Professor Mark Grinstaff (BME, MSE, Chemistry, MED) presented the inaugural Charles DeLisi Distinguished Lecture on April 2. The first named endowed lecture in the history of the College of Engineering, the Charles DeLisi Award and Lecture recognizes faculty members with extraordinary records of well-cited scholarship, and outstanding alumni who have invented and mentored transformative technologies that impact our quality of life.
Speaking before a packed audience of students, faculty and researchers at the Photonics Center, Grinstaff explored how over the past two decades, he, his students and collaborating researchers have translated ideas from the laboratory into highly effective new devices and materials for clinical applications.
“When I think about the problems I want to solve with my students, it’s very much about those projects that are rich in basic science and engineering, that will benefit society, and that will motivate us,” he said. He then described three such projects that have produced new biomaterials to improve diagnosis and treatment of major diseases and injuries.
Taking Biomaterials from Bench to Bedside
The first project resulted in a highly absorbent, biocompatible hydrogel that not only seals wounds but (unlike sutures) can later be dissolved and gently removed, thereby minimizing pain and damage to injured tissue. The sealant is administered via double-barreled syringe, with each barrel containing a different compound. Once the two compounds are pushed out of the syringe onto a surface, they combine within seconds to form a honeycomb-like network of cross-linked chemical bonds.
The resulting hydrogel absorbs fluid on the surface, has the consistency of gelatin and sticks like an adhesive, remaining intact for several days. Adding a solution of cysteine methyl ester, a derivative of a natural amino acid, to the hydrogel causes the gel’s cross-linked bonds to break apart and the gel to dissolve within several minutes. Grinstaff is now investigating this biomaterial as a pain-free pediatric burn dressing; his previous work on hydrogel adhesives led to clinically approved sealants for treating lacerations to the cornea, the spine and the dura (the outermost membrane covering the brain and spinal cord).
The second project took aim at lung cancer, the leading cause of cancer mortality in the US, and yielded a drug delivery device to prevent post-surgery recurrence of the disease.
The standard of care for early stage patients is to surgically remove, or resect, lung tissue tumors, but nearly 40 percent of patients receiving such treatment develop recurrent disease. Systematic injection of paclitaxel, the standard chemotherapy agent for lung cancer, delivers inadequate concentrations of the drug to diseased lung tissue and damaging toxins to healthy organs.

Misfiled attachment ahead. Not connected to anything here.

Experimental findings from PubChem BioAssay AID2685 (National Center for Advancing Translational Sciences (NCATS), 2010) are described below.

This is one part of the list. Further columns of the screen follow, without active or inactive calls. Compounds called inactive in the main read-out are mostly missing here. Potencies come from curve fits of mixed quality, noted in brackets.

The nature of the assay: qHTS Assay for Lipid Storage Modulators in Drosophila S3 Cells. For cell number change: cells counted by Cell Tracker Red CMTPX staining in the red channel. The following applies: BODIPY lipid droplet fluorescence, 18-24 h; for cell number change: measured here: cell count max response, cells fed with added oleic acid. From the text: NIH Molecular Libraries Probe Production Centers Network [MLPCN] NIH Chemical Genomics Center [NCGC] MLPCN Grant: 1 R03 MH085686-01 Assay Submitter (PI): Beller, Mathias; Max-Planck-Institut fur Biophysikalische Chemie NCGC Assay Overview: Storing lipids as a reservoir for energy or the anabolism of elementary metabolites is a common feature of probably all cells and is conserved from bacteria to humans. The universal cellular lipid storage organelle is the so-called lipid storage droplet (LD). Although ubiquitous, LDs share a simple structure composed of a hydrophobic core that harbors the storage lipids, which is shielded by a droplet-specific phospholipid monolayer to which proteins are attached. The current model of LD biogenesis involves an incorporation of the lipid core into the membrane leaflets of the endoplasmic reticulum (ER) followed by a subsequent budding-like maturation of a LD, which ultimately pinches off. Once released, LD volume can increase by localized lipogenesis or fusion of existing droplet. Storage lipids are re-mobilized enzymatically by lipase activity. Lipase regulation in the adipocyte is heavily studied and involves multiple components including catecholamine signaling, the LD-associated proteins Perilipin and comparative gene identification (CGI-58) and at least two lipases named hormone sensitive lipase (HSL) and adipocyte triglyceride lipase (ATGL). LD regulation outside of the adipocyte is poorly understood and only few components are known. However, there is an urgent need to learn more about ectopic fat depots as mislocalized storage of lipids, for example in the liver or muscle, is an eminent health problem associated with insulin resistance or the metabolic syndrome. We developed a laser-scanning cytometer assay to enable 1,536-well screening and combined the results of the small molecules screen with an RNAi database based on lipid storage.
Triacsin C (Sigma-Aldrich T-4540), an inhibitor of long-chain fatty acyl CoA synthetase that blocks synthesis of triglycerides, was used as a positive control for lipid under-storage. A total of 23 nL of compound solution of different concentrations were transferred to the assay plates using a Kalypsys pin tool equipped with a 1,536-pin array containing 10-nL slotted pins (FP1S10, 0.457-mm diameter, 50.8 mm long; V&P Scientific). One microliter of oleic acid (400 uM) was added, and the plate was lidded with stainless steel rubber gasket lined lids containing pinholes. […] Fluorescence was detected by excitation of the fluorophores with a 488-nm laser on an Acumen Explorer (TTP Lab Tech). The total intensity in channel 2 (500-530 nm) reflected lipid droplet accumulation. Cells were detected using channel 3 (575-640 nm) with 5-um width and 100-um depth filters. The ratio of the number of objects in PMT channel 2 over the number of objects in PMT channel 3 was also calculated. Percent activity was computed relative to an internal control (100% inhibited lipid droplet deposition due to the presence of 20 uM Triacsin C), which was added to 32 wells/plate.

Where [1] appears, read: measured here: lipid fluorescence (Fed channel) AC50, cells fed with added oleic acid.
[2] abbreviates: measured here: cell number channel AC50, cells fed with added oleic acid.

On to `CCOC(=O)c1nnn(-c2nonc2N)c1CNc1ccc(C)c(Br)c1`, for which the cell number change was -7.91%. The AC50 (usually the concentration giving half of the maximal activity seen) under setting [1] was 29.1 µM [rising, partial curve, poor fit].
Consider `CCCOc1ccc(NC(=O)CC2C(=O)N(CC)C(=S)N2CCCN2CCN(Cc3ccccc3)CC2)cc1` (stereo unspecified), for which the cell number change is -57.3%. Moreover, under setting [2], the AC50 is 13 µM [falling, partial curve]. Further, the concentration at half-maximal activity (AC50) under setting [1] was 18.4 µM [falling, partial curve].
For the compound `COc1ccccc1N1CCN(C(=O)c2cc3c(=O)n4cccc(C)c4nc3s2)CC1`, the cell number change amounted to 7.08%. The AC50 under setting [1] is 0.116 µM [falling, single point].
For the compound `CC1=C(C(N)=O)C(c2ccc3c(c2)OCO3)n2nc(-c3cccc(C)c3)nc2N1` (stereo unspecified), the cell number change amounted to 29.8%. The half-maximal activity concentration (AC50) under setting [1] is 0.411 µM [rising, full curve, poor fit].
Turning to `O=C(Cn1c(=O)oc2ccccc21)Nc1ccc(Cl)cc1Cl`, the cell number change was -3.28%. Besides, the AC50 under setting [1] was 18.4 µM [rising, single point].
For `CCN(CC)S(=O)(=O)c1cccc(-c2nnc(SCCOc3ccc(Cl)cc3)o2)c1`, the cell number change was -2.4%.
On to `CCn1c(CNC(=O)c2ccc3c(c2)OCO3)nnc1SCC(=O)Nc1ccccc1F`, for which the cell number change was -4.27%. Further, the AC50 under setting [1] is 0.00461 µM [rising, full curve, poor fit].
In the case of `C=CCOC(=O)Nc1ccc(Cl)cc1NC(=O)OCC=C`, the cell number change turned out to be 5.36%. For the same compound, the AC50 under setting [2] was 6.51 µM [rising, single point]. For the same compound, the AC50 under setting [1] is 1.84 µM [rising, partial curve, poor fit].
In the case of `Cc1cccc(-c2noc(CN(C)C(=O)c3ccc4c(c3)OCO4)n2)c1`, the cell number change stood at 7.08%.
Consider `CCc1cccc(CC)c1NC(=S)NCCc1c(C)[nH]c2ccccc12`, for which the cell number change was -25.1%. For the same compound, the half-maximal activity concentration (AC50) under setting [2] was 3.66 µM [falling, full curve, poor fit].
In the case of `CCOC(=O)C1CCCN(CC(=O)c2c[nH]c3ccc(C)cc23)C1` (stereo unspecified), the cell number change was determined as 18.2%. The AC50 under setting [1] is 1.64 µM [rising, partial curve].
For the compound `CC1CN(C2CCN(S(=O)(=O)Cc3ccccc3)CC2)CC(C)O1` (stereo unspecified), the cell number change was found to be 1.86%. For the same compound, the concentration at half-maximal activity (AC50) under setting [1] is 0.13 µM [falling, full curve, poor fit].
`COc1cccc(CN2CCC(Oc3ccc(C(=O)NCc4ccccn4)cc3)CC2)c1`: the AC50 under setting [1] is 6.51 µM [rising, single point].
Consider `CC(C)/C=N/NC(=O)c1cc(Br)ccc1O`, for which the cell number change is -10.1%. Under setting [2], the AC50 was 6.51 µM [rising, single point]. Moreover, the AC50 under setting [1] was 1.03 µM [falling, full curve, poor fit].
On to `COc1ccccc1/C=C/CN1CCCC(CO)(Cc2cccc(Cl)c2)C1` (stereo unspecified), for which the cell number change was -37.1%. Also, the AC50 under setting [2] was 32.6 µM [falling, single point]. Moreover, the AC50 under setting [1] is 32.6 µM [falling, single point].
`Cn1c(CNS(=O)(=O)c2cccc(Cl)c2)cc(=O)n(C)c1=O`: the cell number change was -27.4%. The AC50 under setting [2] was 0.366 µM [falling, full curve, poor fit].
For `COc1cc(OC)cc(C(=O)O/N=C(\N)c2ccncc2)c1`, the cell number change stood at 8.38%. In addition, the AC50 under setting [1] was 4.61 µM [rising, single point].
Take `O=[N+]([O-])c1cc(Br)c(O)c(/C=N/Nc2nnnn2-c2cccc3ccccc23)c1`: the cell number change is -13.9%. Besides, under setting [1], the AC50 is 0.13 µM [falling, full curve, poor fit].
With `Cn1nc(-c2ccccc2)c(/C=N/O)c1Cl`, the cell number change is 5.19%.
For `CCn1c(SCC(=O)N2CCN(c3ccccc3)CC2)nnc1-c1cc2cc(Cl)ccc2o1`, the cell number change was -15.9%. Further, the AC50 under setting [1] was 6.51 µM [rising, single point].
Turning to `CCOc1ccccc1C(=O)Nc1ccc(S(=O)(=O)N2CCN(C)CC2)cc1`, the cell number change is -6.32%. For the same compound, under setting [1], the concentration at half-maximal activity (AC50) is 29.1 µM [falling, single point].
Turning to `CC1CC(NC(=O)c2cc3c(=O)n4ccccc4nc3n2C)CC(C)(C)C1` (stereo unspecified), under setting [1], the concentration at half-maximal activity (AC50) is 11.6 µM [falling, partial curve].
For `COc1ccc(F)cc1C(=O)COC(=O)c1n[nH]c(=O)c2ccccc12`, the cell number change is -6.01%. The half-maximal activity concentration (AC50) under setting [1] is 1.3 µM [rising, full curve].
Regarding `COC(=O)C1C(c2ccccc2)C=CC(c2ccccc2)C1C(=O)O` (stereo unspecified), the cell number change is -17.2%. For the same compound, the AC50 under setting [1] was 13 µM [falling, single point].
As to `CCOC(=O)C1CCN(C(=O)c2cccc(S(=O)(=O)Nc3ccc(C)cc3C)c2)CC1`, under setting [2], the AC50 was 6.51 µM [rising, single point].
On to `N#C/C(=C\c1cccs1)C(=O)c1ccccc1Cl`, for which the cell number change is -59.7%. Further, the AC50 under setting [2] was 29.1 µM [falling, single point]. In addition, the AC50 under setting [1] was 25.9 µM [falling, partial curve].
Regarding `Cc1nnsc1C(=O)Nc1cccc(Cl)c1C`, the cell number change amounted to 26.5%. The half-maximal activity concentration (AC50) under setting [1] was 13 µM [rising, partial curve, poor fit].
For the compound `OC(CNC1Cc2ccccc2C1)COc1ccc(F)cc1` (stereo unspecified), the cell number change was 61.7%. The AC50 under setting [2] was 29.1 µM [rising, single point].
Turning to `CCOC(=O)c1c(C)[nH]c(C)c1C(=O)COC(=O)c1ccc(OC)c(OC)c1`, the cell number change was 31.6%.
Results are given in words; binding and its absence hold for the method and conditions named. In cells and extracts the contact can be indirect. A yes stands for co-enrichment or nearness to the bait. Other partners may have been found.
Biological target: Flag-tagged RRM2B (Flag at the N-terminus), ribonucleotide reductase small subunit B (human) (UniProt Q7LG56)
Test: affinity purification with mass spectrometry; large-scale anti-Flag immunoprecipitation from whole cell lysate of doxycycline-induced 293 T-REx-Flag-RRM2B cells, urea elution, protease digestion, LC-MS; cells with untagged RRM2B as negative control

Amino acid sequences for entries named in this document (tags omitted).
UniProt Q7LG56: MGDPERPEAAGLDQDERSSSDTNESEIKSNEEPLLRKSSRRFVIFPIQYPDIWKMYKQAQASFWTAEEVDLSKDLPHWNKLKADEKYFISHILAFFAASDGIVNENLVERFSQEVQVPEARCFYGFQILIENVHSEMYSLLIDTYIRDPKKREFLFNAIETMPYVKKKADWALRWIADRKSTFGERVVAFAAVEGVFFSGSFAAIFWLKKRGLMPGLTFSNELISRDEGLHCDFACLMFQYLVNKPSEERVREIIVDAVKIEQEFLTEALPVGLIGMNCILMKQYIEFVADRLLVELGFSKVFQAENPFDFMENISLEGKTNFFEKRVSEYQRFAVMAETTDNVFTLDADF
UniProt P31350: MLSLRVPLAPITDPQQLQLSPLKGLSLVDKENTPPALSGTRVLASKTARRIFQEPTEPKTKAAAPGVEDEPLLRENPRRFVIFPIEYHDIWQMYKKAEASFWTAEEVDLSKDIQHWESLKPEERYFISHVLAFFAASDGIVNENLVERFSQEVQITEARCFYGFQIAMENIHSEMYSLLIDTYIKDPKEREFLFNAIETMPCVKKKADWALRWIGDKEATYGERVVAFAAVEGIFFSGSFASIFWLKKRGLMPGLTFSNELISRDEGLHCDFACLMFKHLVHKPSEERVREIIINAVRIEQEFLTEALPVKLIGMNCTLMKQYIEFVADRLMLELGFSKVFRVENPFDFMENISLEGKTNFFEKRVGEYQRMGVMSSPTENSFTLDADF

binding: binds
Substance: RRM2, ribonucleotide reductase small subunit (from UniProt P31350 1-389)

To address the problem, Grinstaff and his collaborators produced flexible, paclitaxel-loaded polymer films that allow the controlled, low-dose, targeted release of the drug over an extended period, and demonstrated their ability to prolong recurrence time after surgical resection of lung tumors in mice. Using the same polymers, they also developed a highly sensitive nanodevice to detect the presence of cancer in the lung.
The third project produced a joint lubricant that could bring longer-lasting pain relief to the more than 27 million Americans who suffer from osteoarthritis, the most common form of joint disease and a leading cause of disability in the elderly. This new synthetic polymer supplements synovial fluid, the natural lubricant in joints, and lasts about two weeks longer than the leading synovial fluid supplement. It works by reducing friction between cartilage surfaces that cushion the joint, resulting in less wear and surface-to-surface interaction.
Grinstaff and collaborators have also developed a sensitive imaging method to enhance diagnosis of osteoarthritis and enable improved care through earlier detection and more targeted treatments. Combining nanotechnology, engineering and medicine, the method exploits new, biocompatible nanoparticles and small molecules as contrast agents to image surface and interior regions of articular cartilage (the smooth, water-rich tissue that lines the ends of bones in load-bearing joints) — regions that traditional X-ray illumination cannot detect.
All projects were funded by the National Institutes of Health, National Science Foundation, Wallace H. Coulter Foundation, and other agencies. Two are now in various stages of commercialization via companies Grinstaff cofounded: HyperBranch Medical Technology, which produces biodegradable surgical sealants that are widely used by surgeons, and Acuity Bio, which is developing flexible films to prevent tumor recurrence after surgical resection.
Grinstaff concluded the lecture by attributing his success in translational research to his lab group and collaborators, as well as a few key practices that have kept his projects moving forward.
“I think teams are really important; if you have the right people, you can do amazing things,” he observed. “You should be quantitative, inquisitive, and ask for help. Communication is essential. And failure is acceptable, but you should do it quickly so you can redesign your experiments, have a new hypothesis and think about new design criteria.”
The Delisi Lecture continues the College’s annual Distinguished Lecture Series, initiated in 2008, which has honored several senior faculty members. The previous recipients are Professors John Baillieul, (ME,SE), Malvin Teich (ECE) (Emeritus), Irving Bigio (BME), Theodore Moustakas (ECE, MSE), H. Steven Colburn (BME), Thomas Bifano (ME, MSE) and Christos Cassandras (ECE, SE).